It will be particularly interesting to Americans, living now in a time of anxiety about religious differences that is being milked for cynical purposes at the highest political levels, to follow Wilken’s brief discussion of how early figures such as Madison and Jefferson as well show the influence of these ideas that emerged first in Christian writers of the early centuries.
But here’s Wilken’s final point made by others as well: Liberty of conscience was initially asserted and held dear in “an age of strong beliefs.” Religious freedom arose first among people who fervently believed that beliefs mattered greatly. “Liberty of conscience was born, not of indifference, not of scepticism, not of mere open-mindedness, but of faith” (46).
 Peter Garnsey, “Religious Toleration in Classical Antiquity,” in Persecution and Toleration: Papers Read At the Twenty-Second Summer Meeting and the Twenty-Third Winter Meeting of the Ecclesiastical History Society, edited by W. J. Shiels (Oxford: Basil Blackwell, 1984), 1-27.
My own most recent book: Destroyer of the gods: Early Christian Distinctiveness in the Roman World (Baylor University Press, 2016).
Today’s post brought the published version of my essay, “P45 as an Early Christian Artefact: What it Reflects about Early Christianity,” which has just appeared in the Norwegian journal, Teologisk Tidsskrift 4(2016), 291-307. I presented the essay originally as part of a symposium held in August this year, celebrating the 65th birthday of Professor Reidar Hvalvik, a senior NT scholar in the Norwegian School of Theology (which I posted on earlier here).
I discuss P45 (commonly dated to the mid-third century) as our earliest clear manuscript witness to the “fourfold Gospel” that subsequently became part of the familiar NT. But P45 also provides our earliest substantial portion of the text of Acts of the Apostles. It is interesting that Acts is included with the four Gospels in one codex, an unusual combination. In ancient manuscripts, Acts is more often linked with the “General Epistles.”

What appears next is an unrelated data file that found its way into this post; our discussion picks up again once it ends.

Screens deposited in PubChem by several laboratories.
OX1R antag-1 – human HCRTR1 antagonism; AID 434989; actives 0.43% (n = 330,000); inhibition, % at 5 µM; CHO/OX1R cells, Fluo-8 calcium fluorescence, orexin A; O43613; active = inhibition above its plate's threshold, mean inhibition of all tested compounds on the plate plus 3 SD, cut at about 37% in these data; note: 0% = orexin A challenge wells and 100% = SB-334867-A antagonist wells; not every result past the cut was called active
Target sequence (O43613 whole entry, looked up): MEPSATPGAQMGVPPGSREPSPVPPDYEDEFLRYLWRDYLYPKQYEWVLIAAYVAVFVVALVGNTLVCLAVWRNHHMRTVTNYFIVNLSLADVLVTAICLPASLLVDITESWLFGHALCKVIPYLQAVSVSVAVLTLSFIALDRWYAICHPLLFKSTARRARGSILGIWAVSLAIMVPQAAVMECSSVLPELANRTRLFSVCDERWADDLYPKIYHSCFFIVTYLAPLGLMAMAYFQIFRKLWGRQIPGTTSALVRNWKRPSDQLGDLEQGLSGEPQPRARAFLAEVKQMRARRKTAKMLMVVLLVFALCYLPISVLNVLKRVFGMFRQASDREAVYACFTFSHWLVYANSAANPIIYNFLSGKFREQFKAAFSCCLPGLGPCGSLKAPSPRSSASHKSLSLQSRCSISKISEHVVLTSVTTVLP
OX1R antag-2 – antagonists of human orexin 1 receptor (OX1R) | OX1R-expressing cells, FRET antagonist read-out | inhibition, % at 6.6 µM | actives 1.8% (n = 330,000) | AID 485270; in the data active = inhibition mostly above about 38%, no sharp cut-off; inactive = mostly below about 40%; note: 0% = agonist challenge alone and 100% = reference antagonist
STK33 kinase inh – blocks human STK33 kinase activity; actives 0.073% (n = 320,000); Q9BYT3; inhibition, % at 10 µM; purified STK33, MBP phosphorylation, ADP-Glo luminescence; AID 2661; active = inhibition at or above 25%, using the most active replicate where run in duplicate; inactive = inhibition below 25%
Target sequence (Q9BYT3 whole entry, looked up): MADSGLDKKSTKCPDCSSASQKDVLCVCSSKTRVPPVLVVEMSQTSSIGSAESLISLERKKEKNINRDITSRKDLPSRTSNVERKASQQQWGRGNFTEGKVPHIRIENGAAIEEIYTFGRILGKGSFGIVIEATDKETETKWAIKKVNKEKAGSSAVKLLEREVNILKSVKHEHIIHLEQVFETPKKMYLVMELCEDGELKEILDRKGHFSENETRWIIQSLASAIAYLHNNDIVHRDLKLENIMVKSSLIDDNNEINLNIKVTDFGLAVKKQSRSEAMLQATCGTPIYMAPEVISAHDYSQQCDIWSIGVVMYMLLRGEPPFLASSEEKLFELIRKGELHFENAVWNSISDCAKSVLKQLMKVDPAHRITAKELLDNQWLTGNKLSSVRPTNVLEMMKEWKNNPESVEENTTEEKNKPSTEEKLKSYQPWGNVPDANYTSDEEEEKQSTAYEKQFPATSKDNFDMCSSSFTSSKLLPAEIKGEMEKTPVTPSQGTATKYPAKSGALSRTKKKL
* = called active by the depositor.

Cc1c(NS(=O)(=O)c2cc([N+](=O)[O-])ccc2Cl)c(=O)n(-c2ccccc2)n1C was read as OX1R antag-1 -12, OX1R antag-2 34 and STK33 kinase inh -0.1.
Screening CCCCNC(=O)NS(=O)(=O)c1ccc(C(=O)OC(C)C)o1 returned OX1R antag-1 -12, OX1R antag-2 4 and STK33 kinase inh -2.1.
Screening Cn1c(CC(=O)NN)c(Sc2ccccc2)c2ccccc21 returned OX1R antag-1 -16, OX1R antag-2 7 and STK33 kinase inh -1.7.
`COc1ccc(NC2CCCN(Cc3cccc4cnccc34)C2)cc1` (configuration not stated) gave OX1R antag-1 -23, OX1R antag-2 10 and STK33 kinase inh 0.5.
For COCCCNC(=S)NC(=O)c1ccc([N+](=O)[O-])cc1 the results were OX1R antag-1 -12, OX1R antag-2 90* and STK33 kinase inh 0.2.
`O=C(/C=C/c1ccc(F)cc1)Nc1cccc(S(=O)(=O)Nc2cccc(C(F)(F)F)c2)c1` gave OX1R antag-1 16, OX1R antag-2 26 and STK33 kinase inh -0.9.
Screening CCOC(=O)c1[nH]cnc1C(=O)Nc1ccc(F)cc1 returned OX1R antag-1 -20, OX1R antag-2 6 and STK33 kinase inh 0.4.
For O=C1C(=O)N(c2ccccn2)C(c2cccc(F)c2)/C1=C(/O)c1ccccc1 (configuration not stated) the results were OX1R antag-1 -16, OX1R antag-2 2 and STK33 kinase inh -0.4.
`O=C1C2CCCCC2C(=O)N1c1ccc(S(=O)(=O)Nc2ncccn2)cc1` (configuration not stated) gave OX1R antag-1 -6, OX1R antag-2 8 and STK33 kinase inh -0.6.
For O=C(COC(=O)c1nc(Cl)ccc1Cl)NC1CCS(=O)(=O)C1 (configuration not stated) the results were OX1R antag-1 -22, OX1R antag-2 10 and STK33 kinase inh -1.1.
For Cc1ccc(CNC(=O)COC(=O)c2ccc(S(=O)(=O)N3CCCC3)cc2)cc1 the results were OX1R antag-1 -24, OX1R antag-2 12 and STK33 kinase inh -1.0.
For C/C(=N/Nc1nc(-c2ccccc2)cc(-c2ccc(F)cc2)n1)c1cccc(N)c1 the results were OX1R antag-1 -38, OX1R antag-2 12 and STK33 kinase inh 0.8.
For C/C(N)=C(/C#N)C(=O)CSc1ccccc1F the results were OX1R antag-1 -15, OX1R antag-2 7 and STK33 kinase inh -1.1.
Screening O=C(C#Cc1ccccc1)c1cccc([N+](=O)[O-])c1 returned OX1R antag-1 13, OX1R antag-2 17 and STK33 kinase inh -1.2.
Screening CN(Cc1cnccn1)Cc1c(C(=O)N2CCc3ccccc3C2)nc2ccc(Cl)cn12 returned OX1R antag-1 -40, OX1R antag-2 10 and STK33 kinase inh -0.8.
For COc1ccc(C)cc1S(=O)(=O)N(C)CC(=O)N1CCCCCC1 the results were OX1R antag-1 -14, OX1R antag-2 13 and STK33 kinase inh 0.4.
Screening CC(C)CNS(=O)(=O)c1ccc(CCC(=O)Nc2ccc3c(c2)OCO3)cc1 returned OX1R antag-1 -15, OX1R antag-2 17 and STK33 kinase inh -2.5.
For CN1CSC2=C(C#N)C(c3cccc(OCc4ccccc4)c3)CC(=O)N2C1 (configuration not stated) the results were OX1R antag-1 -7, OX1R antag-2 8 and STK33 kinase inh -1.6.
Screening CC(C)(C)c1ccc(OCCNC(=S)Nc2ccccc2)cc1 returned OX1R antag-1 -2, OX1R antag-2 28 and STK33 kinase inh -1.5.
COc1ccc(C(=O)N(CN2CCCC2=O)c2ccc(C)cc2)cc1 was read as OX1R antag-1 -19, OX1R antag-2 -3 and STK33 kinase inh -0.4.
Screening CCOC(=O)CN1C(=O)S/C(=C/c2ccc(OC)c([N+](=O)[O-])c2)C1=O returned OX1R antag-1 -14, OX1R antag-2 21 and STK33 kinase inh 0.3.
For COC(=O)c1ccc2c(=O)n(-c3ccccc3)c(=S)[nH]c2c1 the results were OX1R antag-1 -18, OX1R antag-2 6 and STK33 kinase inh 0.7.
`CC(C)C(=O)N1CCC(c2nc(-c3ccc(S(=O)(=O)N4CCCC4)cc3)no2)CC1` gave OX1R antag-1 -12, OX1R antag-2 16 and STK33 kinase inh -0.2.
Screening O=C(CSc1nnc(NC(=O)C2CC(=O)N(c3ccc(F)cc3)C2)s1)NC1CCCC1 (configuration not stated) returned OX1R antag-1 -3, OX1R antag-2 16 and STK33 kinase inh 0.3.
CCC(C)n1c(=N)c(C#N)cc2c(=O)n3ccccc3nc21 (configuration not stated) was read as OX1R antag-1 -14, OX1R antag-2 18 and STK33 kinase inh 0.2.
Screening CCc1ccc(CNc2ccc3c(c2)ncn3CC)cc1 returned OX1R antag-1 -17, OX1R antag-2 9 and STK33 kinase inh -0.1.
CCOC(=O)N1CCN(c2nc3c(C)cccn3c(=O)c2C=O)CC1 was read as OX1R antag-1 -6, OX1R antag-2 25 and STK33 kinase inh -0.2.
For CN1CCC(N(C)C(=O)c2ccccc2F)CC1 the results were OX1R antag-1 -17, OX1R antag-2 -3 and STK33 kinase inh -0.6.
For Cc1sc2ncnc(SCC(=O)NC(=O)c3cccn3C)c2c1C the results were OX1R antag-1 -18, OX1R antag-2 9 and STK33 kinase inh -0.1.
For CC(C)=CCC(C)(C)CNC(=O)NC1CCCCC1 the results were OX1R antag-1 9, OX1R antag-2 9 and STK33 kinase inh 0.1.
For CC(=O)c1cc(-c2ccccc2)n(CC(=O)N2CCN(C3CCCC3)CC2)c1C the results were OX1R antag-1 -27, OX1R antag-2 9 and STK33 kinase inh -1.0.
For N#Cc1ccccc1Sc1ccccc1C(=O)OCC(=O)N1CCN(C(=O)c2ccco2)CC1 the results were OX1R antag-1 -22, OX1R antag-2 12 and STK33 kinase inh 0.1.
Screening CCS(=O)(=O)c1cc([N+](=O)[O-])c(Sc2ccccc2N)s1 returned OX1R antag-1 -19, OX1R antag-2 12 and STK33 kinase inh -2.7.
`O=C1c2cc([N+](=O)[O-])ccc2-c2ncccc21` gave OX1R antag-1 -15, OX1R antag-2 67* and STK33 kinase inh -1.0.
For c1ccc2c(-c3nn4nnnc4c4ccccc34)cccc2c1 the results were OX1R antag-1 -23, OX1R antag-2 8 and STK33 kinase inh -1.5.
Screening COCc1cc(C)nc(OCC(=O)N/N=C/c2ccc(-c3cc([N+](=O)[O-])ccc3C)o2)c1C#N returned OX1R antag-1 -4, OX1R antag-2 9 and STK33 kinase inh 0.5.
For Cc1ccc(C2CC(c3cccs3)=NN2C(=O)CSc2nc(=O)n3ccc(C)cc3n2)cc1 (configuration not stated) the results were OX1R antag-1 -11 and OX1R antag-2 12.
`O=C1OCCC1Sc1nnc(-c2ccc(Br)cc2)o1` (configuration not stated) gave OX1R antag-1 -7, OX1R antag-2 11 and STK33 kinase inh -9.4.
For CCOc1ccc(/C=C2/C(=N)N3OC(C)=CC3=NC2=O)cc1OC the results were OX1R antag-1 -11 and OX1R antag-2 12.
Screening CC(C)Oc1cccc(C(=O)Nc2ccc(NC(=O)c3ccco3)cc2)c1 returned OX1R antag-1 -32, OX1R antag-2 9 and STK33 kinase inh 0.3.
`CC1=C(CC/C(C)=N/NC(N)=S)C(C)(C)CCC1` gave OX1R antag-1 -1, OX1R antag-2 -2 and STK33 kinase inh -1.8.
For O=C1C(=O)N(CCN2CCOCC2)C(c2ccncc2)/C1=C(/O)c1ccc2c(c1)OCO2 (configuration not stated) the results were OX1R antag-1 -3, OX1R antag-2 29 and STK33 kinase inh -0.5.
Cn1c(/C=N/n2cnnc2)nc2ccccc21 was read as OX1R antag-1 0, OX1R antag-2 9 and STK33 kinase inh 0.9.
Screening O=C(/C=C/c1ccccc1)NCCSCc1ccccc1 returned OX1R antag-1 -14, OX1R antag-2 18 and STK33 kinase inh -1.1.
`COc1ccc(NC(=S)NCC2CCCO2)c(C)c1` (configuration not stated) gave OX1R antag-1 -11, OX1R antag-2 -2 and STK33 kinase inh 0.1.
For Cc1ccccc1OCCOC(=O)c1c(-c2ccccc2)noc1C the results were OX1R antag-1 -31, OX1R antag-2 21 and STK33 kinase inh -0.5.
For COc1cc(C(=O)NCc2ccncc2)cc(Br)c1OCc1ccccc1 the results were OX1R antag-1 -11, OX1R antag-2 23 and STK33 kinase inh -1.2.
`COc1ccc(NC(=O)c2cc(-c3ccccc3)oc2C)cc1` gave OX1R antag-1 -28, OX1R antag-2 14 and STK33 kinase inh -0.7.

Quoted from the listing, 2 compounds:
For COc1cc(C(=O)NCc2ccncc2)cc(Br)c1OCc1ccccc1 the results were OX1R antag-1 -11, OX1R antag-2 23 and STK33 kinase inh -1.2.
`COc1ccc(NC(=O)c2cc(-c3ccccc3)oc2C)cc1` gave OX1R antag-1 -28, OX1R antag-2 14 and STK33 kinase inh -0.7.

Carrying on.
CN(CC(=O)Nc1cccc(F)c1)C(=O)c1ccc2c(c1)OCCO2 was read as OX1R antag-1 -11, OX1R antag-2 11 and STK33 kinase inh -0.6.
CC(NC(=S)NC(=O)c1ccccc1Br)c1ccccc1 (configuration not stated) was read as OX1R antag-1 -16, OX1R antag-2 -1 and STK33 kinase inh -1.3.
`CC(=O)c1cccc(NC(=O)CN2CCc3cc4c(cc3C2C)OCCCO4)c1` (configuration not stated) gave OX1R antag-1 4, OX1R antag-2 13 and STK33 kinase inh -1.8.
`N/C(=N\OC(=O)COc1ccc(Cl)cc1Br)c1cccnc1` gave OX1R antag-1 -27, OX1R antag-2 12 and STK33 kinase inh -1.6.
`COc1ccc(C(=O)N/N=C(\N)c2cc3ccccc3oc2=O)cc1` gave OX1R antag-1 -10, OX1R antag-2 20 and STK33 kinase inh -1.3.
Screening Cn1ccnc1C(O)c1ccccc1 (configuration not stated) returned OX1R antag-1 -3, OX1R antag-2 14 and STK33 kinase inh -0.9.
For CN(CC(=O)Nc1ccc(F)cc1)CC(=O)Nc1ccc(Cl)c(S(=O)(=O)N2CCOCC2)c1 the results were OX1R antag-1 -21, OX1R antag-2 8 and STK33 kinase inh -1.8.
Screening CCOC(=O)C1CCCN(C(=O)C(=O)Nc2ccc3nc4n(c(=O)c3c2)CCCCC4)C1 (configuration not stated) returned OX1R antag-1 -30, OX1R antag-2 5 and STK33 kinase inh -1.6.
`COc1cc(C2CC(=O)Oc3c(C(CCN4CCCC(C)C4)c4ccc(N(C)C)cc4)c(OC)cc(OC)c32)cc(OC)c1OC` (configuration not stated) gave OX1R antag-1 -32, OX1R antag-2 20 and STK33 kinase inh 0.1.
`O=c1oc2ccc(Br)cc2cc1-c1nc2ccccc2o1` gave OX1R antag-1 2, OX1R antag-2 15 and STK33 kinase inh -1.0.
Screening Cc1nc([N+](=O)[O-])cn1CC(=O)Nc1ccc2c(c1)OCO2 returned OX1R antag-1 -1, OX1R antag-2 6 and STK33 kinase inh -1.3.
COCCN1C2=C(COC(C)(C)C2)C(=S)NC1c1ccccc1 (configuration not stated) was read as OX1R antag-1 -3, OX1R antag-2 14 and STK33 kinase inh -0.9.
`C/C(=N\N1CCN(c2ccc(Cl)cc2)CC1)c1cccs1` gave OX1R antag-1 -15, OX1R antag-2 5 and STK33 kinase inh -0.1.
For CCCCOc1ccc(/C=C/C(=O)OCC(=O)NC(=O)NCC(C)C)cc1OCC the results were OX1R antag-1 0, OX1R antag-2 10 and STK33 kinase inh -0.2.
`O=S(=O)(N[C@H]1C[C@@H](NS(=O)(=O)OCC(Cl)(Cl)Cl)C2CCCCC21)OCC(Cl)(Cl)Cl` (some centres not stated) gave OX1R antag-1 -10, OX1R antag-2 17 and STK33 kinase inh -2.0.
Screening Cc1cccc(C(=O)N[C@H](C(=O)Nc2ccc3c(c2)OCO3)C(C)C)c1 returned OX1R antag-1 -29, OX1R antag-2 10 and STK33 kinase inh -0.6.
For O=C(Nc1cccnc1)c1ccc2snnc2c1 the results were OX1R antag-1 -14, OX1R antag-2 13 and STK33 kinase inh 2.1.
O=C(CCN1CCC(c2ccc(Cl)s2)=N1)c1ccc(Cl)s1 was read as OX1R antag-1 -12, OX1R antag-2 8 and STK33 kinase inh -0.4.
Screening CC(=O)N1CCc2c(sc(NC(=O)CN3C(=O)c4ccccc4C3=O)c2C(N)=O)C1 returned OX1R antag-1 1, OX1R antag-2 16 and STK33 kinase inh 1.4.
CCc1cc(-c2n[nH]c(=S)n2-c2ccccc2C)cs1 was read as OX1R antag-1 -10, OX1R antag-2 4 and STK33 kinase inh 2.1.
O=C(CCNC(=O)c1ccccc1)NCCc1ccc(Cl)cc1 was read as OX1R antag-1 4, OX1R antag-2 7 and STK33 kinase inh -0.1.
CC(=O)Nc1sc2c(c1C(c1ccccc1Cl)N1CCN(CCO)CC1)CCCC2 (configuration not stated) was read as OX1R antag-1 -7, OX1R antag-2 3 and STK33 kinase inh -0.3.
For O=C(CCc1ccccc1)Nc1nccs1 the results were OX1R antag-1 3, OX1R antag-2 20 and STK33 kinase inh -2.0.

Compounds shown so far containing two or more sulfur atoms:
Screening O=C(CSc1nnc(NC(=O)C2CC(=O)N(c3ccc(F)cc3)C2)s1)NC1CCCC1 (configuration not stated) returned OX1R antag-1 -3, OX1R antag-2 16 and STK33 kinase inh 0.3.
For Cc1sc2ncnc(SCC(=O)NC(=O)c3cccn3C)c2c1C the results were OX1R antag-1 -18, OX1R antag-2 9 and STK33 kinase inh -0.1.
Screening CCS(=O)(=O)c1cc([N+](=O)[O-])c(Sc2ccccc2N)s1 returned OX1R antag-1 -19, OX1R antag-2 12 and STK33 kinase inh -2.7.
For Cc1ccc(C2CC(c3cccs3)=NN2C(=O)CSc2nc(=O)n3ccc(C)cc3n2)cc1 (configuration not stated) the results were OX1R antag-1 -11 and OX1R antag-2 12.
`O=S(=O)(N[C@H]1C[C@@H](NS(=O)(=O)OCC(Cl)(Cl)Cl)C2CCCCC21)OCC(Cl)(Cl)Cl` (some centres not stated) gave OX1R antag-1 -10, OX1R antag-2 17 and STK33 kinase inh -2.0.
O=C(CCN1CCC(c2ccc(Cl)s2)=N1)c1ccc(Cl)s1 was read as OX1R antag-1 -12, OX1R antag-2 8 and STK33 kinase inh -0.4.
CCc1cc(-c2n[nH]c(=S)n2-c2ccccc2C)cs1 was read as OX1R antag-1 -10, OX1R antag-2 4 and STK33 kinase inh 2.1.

P45 also reflects the early Christian preference for the codex, a preference exercised particularly (it seems) with respect to writings treated as scripture. Accommodating the large body of text represented in the four Gospels and Acts in one codex (originally 56 papyrus sheets folded to form 112 leaves) required some forethought. Christians appear to have been in the vanguard of experimentation with the codex as a bookform for such large bodies of text. P45 has a larger number of lines per page than most other early NT manuscripts, and a large number of letters per line. But it also has generous interline spacing, clearly written letters, and occasional use of punctuation to mark sense-units. So, the book was prepared to facilitate usage by readers.
As typical of early Christian manuscripts, P45 exhibits the early Christian scribal practice known nowadays as the “nomina sacra,” the writing of certain words in a unique abbreviated form with a horizontal stroke placed above the form. As well, P45 also has another early Christian copyist device referred to as the “staurogram,” involving an abbreviated form of the Greek words for “cross/crucify,” the letters tau and rho combined to form what looks like a pictographic representation of the crucified Jesus.
Of course, P45 is most often consulted and cited as a witness to the early text of the writings it contains. There are no indications of major deletions or insertions, or any pattern of variants that suggests any theological programme. Instead, we have a fairly good level of textual stability reflected in P45, with a good deal of “microlevel fluidity” (e.g., small variants in word-order, verb tense, etc.) but “macrolevel stability.”
This issue of the journal also contains a survey of Hvalvik’s varied contributions to scholarship in NT, other early Christian writings, the visual arts, and Jewish studies. As well, there are the other symposium contributions, some in English and others in Norwegian.
Another interview on my new book, Destroyer of the gods: Early Christian Distinctiveness in the Roman World, has appeared on the “Books at a Glance” site here.